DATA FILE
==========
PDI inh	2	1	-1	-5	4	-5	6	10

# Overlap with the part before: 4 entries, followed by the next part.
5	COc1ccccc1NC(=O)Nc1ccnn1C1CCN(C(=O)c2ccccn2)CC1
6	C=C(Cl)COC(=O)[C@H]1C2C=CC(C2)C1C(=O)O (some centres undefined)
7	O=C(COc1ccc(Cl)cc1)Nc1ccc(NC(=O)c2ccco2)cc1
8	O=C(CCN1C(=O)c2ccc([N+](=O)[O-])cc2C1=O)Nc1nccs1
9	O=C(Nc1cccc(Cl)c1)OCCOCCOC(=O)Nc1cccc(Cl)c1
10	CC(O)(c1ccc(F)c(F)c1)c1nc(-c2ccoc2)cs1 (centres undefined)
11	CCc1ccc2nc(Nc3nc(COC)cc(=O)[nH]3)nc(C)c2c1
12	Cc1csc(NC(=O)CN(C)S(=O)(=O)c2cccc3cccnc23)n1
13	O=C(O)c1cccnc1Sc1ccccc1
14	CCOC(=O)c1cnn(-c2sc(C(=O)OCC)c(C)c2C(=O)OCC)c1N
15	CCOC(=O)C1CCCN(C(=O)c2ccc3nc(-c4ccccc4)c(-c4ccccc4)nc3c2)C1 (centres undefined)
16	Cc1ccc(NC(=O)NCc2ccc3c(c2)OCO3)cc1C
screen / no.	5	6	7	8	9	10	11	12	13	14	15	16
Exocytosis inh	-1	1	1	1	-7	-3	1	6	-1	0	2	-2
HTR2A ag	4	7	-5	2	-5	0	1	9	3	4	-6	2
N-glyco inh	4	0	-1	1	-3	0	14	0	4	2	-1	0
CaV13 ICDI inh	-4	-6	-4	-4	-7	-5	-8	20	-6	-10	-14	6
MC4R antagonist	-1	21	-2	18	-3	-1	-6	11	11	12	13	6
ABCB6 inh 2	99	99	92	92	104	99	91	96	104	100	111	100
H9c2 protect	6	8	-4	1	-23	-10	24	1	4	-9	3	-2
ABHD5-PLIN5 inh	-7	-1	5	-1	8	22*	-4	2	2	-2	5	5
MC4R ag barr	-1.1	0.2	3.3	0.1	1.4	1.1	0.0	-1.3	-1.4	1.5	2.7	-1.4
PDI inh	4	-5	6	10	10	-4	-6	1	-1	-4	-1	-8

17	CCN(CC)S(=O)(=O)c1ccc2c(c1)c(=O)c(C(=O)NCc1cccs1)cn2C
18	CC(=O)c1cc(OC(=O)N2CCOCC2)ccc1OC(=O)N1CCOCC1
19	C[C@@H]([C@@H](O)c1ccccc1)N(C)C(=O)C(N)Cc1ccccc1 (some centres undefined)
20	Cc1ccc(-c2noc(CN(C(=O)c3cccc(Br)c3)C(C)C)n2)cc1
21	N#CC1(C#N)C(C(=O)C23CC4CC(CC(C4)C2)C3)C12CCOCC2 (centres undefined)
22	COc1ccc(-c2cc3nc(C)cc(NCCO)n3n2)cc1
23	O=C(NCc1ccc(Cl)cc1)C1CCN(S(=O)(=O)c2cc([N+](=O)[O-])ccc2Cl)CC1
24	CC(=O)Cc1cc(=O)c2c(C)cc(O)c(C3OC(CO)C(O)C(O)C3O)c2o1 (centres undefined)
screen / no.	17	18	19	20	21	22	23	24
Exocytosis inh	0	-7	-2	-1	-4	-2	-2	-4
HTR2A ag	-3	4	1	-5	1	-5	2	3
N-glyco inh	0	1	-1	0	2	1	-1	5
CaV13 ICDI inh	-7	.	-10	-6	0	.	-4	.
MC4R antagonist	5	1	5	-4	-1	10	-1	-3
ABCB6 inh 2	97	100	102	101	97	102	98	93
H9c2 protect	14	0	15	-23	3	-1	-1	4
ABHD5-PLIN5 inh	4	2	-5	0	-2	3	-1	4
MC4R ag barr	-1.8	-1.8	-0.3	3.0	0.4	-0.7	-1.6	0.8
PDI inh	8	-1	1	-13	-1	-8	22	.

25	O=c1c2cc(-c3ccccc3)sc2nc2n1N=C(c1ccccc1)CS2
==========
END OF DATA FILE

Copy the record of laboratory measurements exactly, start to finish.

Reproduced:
PDI inh	2	1	-1	-5	4	-5	6	10

# Overlap with the part before: 4 entries, followed by the next part.
5	COc1ccccc1NC(=O)Nc1ccnn1C1CCN(C(=O)c2ccccn2)CC1
6	C=C(Cl)COC(=O)[C@H]1C2C=CC(C2)C1C(=O)O (some centres undefined)
7	O=C(COc1ccc(Cl)cc1)Nc1ccc(NC(=O)c2ccco2)cc1
8	O=C(CCN1C(=O)c2ccc([N+](=O)[O-])cc2C1=O)Nc1nccs1
9	O=C(Nc1cccc(Cl)c1)OCCOCCOC(=O)Nc1cccc(Cl)c1
10	CC(O)(c1ccc(F)c(F)c1)c1nc(-c2ccoc2)cs1 (centres undefined)
11	CCc1ccc2nc(Nc3nc(COC)cc(=O)[nH]3)nc(C)c2c1
12	Cc1csc(NC(=O)CN(C)S(=O)(=O)c2cccc3cccnc23)n1
13	O=C(O)c1cccnc1Sc1ccccc1
14	CCOC(=O)c1cnn(-c2sc(C(=O)OCC)c(C)c2C(=O)OCC)c1N
15	CCOC(=O)C1CCCN(C(=O)c2ccc3nc(-c4ccccc4)c(-c4ccccc4)nc3c2)C1 (centres undefined)
16	Cc1ccc(NC(=O)NCc2ccc3c(c2)OCO3)cc1C
screen / no.	5	6	7	8	9	10	11	12	13	14	15	16
Exocytosis inh	-1	1	1	1	-7	-3	1	6	-1	0	2	-2
HTR2A ag	4	7	-5	2	-5	0	1	9	3	4	-6	2
N-glyco inh	4	0	-1	1	-3	0	14	0	4	2	-1	0
CaV13 ICDI inh	-4	-6	-4	-4	-7	-5	-8	20	-6	-10	-14	6
MC4R antagonist	-1	21	-2	18	-3	-1	-6	11	11	12	13	6
ABCB6 inh 2	99	99	92	92	104	99	91	96	104	100	111	100
H9c2 protect	6	8	-4	1	-23	-10	24	1	4	-9	3	-2
ABHD5-PLIN5 inh	-7	-1	5	-1	8	22*	-4	2	2	-2	5	5
MC4R ag barr	-1.1	0.2	3.3	0.1	1.4	1.1	0.0	-1.3	-1.4	1.5	2.7	-1.4
PDI inh	4	-5	6	10	10	-4	-6	1	-1	-4	-1	-8

17	CCN(CC)S(=O)(=O)c1ccc2c(c1)c(=O)c(C(=O)NCc1cccs1)cn2C
18	CC(=O)c1cc(OC(=O)N2CCOCC2)ccc1OC(=O)N1CCOCC1
19	C[C@@H]([C@@H](O)c1ccccc1)N(C)C(=O)C(N)Cc1ccccc1 (some centres undefined)
20	Cc1ccc(-c2noc(CN(C(=O)c3cccc(Br)c3)C(C)C)n2)cc1
21	N#CC1(C#N)C(C(=O)C23CC4CC(CC(C4)C2)C3)C12CCOCC2 (centres undefined)
22	COc1ccc(-c2cc3nc(C)cc(NCCO)n3n2)cc1
23	O=C(NCc1ccc(Cl)cc1)C1CCN(S(=O)(=O)c2cc([N+](=O)[O-])ccc2Cl)CC1
24	CC(=O)Cc1cc(=O)c2c(C)cc(O)c(C3OC(CO)C(O)C(O)C3O)c2o1 (centres undefined)
screen / no.	17	18	19	20	21	22	23	24
Exocytosis inh	0	-7	-2	-1	-4	-2	-2	-4
HTR2A ag	-3	4	1	-5	1	-5	2	3
N-glyco inh	0	1	-1	0	2	1	-1	5
CaV13 ICDI inh	-7	.	-10	-6	0	.	-4	.
MC4R antagonist	5	1	5	-4	-1	10	-1	-3
ABCB6 inh 2	97	100	102	101	97	102	98	93
H9c2 protect	14	0	15	-23	3	-1	-1	4
ABHD5-PLIN5 inh	4	2	-5	0	-2	3	-1	4
MC4R ag barr	-1.8	-1.8	-0.3	3.0	0.4	-0.7	-1.6	0.8
PDI inh	8	-1	1	-13	-1	-8	22	.

25	O=c1c2cc(-c3ccccc3)sc2nc2n1N=C(c1ccccc1)CS2